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Is technology in the classroom a waste of time?

Schools across the country are rapidly turning to interactive whiteboards, iPads, and laptops to excite students about learning--and prepare them for jobs in a globalized world. But educators disagree about whether they are effective teaching tools or just a waste of time.

YES Repairing and upgrading technology is extremely expensive. Schools now spend more of their money on gadgets and less on classroom supplies. It would be one thing if kids were learning more. But researchers have little data to support that notion.

There is evidence, however, that once technology is put in the classroom, it often sits idle. When it is used, too much time goes into learning how to use it rather than actual learning.

In his 1854 book, Walden, Henry David Thoreau made an observation that now seems visionary: "We are in great haste to construct a magnetic telegraph from Maine to Texas; but Maine and Texas, it may be, have nothing important to communicate."


Are our thoughts more important just because technology gives us a faster way to express them? We should listen to Thoreau--and think twice before buying too much technology for our schools. Just because something is new doesn't mean it's a better teaching tool. Yes, students have to be proficient in technology, but first we should make sure they have something "important to communicate."



NO Interactive Web sites can do a lot to foster learning in our schools. Several sites now allow users to simultaneously advance their knowledge and sharpen their communications skills. Learning activities that use technology let students apply what they've studied by creating blogs, Web sites, and other forms of multimedia. This encourages a higher level of critical thinking while reaching students with a wide range of learning styles.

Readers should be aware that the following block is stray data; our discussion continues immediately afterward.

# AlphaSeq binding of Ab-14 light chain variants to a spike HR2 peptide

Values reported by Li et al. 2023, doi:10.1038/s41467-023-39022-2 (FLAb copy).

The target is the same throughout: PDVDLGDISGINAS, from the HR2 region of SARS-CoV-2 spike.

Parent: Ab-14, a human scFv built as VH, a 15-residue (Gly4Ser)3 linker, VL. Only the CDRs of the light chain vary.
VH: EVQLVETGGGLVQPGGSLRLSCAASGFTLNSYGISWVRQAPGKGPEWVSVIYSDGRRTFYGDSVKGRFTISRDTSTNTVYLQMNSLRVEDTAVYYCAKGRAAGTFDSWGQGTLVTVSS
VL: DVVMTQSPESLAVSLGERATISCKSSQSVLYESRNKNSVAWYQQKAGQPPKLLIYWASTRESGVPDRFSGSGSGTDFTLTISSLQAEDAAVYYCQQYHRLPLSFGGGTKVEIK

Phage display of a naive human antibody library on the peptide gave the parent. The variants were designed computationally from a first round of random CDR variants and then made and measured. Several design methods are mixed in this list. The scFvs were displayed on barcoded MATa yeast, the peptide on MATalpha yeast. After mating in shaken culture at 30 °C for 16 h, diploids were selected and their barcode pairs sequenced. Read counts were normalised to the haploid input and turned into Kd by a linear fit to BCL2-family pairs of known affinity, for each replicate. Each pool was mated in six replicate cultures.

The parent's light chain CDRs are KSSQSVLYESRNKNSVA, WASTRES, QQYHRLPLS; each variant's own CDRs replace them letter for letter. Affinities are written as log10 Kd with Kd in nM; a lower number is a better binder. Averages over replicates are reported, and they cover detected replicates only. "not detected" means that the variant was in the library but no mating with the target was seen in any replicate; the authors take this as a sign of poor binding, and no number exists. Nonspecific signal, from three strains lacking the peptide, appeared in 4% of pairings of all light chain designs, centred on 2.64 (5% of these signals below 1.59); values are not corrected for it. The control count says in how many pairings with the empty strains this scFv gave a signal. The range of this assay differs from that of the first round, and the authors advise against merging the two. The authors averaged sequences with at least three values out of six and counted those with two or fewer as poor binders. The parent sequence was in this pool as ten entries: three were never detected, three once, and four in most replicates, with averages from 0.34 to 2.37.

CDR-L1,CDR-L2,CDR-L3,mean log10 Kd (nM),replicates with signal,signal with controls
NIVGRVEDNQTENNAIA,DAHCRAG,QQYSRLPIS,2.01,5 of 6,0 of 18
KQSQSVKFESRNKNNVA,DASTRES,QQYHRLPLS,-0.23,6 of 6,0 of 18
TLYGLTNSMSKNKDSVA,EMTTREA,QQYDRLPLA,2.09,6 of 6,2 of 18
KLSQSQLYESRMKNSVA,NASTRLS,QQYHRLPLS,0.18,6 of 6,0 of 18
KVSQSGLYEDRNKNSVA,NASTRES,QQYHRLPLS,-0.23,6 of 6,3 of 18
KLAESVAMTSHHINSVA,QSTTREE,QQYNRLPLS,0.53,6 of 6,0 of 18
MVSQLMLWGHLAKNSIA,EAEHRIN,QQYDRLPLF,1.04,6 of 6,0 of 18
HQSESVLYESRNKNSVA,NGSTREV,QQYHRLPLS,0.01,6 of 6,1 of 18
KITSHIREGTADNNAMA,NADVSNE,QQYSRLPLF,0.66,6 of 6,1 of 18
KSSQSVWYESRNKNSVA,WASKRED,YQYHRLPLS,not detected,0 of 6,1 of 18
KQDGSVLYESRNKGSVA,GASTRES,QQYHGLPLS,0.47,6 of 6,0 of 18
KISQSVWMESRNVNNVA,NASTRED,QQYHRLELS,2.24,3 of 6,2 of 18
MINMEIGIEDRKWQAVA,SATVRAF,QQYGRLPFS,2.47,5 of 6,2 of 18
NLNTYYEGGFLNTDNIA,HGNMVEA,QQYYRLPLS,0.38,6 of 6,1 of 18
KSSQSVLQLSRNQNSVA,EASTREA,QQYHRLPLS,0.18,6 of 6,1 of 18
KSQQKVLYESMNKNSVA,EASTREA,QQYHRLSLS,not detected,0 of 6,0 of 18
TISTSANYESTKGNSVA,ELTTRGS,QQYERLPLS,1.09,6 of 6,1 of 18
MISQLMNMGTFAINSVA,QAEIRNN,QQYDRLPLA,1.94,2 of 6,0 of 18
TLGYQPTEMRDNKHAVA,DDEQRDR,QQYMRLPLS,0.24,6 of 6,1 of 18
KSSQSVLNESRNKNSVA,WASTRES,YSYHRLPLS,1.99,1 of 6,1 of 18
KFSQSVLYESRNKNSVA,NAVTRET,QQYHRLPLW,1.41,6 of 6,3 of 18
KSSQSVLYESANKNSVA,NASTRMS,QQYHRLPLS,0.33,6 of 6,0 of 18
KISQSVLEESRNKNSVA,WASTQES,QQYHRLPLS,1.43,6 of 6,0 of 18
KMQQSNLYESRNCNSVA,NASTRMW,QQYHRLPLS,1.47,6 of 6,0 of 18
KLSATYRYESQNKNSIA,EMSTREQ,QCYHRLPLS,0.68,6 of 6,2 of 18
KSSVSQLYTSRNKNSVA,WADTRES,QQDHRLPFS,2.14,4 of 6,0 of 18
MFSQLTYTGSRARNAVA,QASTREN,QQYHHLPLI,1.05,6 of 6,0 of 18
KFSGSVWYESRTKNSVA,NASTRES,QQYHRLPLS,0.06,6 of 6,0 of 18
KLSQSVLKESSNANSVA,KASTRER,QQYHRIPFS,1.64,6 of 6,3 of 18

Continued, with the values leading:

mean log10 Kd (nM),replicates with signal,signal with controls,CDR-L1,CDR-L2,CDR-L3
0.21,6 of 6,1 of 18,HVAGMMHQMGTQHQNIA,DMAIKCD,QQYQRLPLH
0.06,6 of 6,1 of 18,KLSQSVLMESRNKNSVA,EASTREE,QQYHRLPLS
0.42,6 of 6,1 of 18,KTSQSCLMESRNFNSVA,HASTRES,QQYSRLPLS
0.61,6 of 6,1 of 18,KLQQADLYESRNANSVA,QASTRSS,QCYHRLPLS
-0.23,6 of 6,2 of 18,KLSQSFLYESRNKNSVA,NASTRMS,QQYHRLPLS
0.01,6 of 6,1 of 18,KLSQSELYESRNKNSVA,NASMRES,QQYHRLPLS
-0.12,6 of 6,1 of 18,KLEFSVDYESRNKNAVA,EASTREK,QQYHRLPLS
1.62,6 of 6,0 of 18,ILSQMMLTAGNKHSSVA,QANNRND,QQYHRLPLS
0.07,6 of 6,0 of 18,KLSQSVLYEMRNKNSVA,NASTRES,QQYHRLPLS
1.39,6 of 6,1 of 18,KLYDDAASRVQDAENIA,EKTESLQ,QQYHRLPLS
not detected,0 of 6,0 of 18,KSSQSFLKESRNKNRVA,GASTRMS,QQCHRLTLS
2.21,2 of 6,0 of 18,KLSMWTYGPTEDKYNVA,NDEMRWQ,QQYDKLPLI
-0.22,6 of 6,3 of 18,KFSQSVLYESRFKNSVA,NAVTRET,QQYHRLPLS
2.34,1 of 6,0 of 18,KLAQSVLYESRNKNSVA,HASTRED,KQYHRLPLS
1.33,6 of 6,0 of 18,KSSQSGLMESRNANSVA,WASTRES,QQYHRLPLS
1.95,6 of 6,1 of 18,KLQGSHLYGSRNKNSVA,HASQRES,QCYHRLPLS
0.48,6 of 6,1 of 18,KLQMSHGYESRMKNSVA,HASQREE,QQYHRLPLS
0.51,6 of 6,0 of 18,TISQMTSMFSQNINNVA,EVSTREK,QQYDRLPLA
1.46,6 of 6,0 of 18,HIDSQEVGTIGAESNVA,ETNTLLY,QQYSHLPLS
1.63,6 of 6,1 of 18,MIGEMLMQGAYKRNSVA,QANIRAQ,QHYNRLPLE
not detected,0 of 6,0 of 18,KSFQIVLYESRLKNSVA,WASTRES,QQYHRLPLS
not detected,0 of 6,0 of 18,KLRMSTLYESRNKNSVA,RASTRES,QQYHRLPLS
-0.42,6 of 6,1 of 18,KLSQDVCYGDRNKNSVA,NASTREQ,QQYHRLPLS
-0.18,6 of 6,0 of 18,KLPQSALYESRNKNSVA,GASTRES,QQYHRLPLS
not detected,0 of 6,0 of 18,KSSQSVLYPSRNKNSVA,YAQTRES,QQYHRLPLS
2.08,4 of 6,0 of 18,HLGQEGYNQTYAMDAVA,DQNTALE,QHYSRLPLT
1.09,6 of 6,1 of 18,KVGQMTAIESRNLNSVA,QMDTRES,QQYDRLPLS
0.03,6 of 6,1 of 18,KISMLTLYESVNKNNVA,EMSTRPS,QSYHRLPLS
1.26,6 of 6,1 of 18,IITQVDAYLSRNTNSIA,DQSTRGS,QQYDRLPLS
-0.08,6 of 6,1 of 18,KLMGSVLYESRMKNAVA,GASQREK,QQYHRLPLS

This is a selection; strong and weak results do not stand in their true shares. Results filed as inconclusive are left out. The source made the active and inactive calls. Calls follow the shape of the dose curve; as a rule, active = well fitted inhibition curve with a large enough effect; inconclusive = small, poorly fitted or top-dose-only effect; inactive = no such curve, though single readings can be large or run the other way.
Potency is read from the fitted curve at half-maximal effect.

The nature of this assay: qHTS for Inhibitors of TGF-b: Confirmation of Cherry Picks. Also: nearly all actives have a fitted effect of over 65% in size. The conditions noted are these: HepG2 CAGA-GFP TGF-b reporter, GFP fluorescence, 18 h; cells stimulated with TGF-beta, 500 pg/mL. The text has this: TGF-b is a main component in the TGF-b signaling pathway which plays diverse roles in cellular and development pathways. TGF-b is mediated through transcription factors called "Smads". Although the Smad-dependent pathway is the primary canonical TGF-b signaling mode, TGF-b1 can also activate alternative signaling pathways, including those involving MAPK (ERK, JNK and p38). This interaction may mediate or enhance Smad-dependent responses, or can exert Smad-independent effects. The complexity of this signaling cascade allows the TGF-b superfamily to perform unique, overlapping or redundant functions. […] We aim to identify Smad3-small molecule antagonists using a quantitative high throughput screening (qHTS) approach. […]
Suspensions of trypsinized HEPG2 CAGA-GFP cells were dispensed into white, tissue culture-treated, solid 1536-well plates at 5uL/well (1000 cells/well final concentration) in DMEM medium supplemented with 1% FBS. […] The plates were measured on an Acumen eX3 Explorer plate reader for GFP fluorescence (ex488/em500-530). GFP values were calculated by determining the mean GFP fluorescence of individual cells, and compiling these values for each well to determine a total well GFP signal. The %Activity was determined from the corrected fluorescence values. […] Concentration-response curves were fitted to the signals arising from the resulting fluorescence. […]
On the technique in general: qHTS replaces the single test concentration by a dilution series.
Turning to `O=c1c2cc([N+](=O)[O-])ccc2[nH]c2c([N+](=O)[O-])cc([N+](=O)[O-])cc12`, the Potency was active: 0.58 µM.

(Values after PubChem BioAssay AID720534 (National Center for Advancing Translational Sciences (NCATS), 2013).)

Online tools like You Tube and Prezi give teachers the opportunity to engage students in creative ways, enabling richer classroom discussions.

Today's students have grown up in the digital age, where learning is not only important, but fun. Allowing kids to use social media and interactive sites in school--which they already use at home--is just common sense. It also lets teachers show kids what it means to be responsible digital citizens--an area in which many schools are failing.

In this fast-paced, ever-changing world, students must rely on technology more than ever to succeed. It's our responsibility to make sure that both teachers and parents understand why.


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Title Annotation:NEWS DEBATE
Author:Thomas, Paul; Sheninger, Eric
Publication:Junior Scholastic
Date:Apr 2, 2012
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